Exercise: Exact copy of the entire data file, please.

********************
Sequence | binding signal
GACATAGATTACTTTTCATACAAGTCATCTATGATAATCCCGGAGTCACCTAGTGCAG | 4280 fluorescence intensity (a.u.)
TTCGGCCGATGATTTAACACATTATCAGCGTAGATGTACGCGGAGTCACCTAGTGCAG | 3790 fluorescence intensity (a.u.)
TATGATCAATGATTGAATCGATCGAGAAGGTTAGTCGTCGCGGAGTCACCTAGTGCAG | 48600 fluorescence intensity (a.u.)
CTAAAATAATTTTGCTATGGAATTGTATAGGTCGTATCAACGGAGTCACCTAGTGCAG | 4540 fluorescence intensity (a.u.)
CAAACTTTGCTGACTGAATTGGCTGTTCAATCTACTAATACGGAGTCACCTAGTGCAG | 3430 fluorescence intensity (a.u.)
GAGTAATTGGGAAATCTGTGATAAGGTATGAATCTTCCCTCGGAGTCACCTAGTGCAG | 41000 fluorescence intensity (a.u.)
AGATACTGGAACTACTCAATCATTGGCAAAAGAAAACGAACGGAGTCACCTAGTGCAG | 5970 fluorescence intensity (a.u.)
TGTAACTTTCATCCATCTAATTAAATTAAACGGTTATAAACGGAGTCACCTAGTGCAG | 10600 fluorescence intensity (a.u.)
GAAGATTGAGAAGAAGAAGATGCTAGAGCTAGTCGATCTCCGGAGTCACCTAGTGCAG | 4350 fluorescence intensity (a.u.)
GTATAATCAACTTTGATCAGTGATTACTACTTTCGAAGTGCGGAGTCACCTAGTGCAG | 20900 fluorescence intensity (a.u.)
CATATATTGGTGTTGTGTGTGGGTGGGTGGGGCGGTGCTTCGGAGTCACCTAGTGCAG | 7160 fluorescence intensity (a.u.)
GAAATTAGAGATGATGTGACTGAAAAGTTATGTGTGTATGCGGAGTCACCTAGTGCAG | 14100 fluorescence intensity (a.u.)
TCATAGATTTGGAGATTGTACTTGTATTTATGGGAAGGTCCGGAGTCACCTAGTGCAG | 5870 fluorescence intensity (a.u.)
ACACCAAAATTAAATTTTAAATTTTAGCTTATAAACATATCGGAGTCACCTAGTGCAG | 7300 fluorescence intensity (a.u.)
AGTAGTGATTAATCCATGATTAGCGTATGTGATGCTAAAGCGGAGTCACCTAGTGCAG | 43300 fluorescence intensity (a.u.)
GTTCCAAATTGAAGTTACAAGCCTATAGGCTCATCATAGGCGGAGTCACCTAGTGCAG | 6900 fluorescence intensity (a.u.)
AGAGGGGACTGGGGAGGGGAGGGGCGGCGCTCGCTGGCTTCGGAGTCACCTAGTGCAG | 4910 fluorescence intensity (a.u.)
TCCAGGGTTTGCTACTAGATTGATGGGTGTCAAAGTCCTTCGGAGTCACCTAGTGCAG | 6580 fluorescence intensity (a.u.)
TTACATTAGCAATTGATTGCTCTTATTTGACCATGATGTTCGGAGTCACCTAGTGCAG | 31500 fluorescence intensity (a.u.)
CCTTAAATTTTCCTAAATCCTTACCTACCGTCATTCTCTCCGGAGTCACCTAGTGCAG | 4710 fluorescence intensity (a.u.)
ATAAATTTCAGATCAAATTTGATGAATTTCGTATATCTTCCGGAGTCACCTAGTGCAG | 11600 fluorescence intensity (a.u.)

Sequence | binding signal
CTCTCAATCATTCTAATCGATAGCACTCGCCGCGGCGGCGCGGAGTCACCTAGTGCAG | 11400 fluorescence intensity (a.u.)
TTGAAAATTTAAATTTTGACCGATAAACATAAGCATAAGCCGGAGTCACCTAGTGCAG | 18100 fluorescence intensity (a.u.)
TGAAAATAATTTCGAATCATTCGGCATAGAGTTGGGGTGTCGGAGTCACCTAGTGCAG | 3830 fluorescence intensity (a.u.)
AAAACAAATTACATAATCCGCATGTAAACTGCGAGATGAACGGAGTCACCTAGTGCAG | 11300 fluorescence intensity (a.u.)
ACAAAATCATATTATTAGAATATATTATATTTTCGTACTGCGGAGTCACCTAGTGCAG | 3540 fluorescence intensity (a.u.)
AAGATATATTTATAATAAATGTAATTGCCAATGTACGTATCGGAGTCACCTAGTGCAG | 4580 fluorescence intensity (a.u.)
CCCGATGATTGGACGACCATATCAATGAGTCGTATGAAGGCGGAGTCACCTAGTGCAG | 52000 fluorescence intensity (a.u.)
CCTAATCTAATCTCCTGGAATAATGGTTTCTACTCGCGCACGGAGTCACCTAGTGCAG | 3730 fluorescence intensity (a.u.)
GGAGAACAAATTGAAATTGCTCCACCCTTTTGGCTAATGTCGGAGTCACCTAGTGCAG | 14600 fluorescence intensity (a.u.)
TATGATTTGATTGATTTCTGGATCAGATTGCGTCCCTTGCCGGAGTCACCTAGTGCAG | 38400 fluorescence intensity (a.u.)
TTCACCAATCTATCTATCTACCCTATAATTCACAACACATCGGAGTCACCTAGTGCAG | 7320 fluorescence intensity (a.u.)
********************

Sequence | binding signal
GACATAGATTACTTTTCATACAAGTCATCTATGATAATCCCGGAGTCACCTAGTGCAG | 4280 fluorescence intensity (a.u.)
TTCGGCCGATGATTTAACACATTATCAGCGTAGATGTACGCGGAGTCACCTAGTGCAG | 3790 fluorescence intensity (a.u.)
TATGATCAATGATTGAATCGATCGAGAAGGTTAGTCGTCGCGGAGTCACCTAGTGCAG | 48600 fluorescence intensity (a.u.)
CTAAAATAATTTTGCTATGGAATTGTATAGGTCGTATCAACGGAGTCACCTAGTGCAG | 4540 fluorescence intensity (a.u.)
CAAACTTTGCTGACTGAATTGGCTGTTCAATCTACTAATACGGAGTCACCTAGTGCAG | 3430 fluorescence intensity (a.u.)
GAGTAATTGGGAAATCTGTGATAAGGTATGAATCTTCCCTCGGAGTCACCTAGTGCAG | 41000 fluorescence intensity (a.u.)
AGATACTGGAACTACTCAATCATTGGCAAAAGAAAACGAACGGAGTCACCTAGTGCAG | 5970 fluorescence intensity (a.u.)
TGTAACTTTCATCCATCTAATTAAATTAAACGGTTATAAACGGAGTCACCTAGTGCAG | 10600 fluorescence intensity (a.u.)
GAAGATTGAGAAGAAGAAGATGCTAGAGCTAGTCGATCTCCGGAGTCACCTAGTGCAG | 4350 fluorescence intensity (a.u.)
GTATAATCAACTTTGATCAGTGATTACTACTTTCGAAGTGCGGAGTCACCTAGTGCAG | 20900 fluorescence intensity (a.u.)
CATATATTGGTGTTGTGTGTGGGTGGGTGGGGCGGTGCTTCGGAGTCACCTAGTGCAG | 7160 fluorescence intensity (a.u.)
GAAATTAGAGATGATGTGACTGAAAAGTTATGTGTGTATGCGGAGTCACCTAGTGCAG | 14100 fluorescence intensity (a.u.)
TCATAGATTTGGAGATTGTACTTGTATTTATGGGAAGGTCCGGAGTCACCTAGTGCAG | 5870 fluorescence intensity (a.u.)
ACACCAAAATTAAATTTTAAATTTTAGCTTATAAACATATCGGAGTCACCTAGTGCAG | 7300 fluorescence intensity (a.u.)
AGTAGTGATTAATCCATGATTAGCGTATGTGATGCTAAAGCGGAGTCACCTAGTGCAG | 43300 fluorescence intensity (a.u.)
GTTCCAAATTGAAGTTACAAGCCTATAGGCTCATCATAGGCGGAGTCACCTAGTGCAG | 6900 fluorescence intensity (a.u.)
AGAGGGGACTGGGGAGGGGAGGGGCGGCGCTCGCTGGCTTCGGAGTCACCTAGTGCAG | 4910 fluorescence intensity (a.u.)
TCCAGGGTTTGCTACTAGATTGATGGGTGTCAAAGTCCTTCGGAGTCACCTAGTGCAG | 6580 fluorescence intensity (a.u.)
TTACATTAGCAATTGATTGCTCTTATTTGACCATGATGTTCGGAGTCACCTAGTGCAG | 31500 fluorescence intensity (a.u.)
CCTTAAATTTTCCTAAATCCTTACCTACCGTCATTCTCTCCGGAGTCACCTAGTGCAG | 4710 fluorescence intensity (a.u.)
ATAAATTTCAGATCAAATTTGATGAATTTCGTATATCTTCCGGAGTCACCTAGTGCAG | 11600 fluorescence intensity (a.u.)

Sequence | binding signal
CTCTCAATCATTCTAATCGATAGCACTCGCCGCGGCGGCGCGGAGTCACCTAGTGCAG | 11400 fluorescence intensity (a.u.)
TTGAAAATTTAAATTTTGACCGATAAACATAAGCATAAGCCGGAGTCACCTAGTGCAG | 18100 fluorescence intensity (a.u.)
TGAAAATAATTTCGAATCATTCGGCATAGAGTTGGGGTGTCGGAGTCACCTAGTGCAG | 3830 fluorescence intensity (a.u.)
AAAACAAATTACATAATCCGCATGTAAACTGCGAGATGAACGGAGTCACCTAGTGCAG | 11300 fluorescence intensity (a.u.)
ACAAAATCATATTATTAGAATATATTATATTTTCGTACTGCGGAGTCACCTAGTGCAG | 3540 fluorescence intensity (a.u.)
AAGATATATTTATAATAAATGTAATTGCCAATGTACGTATCGGAGTCACCTAGTGCAG | 4580 fluorescence intensity (a.u.)
CCCGATGATTGGACGACCATATCAATGAGTCGTATGAAGGCGGAGTCACCTAGTGCAG | 52000 fluorescence intensity (a.u.)
CCTAATCTAATCTCCTGGAATAATGGTTTCTACTCGCGCACGGAGTCACCTAGTGCAG | 3730 fluorescence intensity (a.u.)
GGAGAACAAATTGAAATTGCTCCACCCTTTTGGCTAATGTCGGAGTCACCTAGTGCAG | 14600 fluorescence intensity (a.u.)
TATGATTTGATTGATTTCTGGATCAGATTGCGTCCCTTGCCGGAGTCACCTAGTGCAG | 38400 fluorescence intensity (a.u.)
TTCACCAATCTATCTATCTACCCTATAATTCACAACACATCGGAGTCACCTAGTGCAG | 7320 fluorescence intensity (a.u.)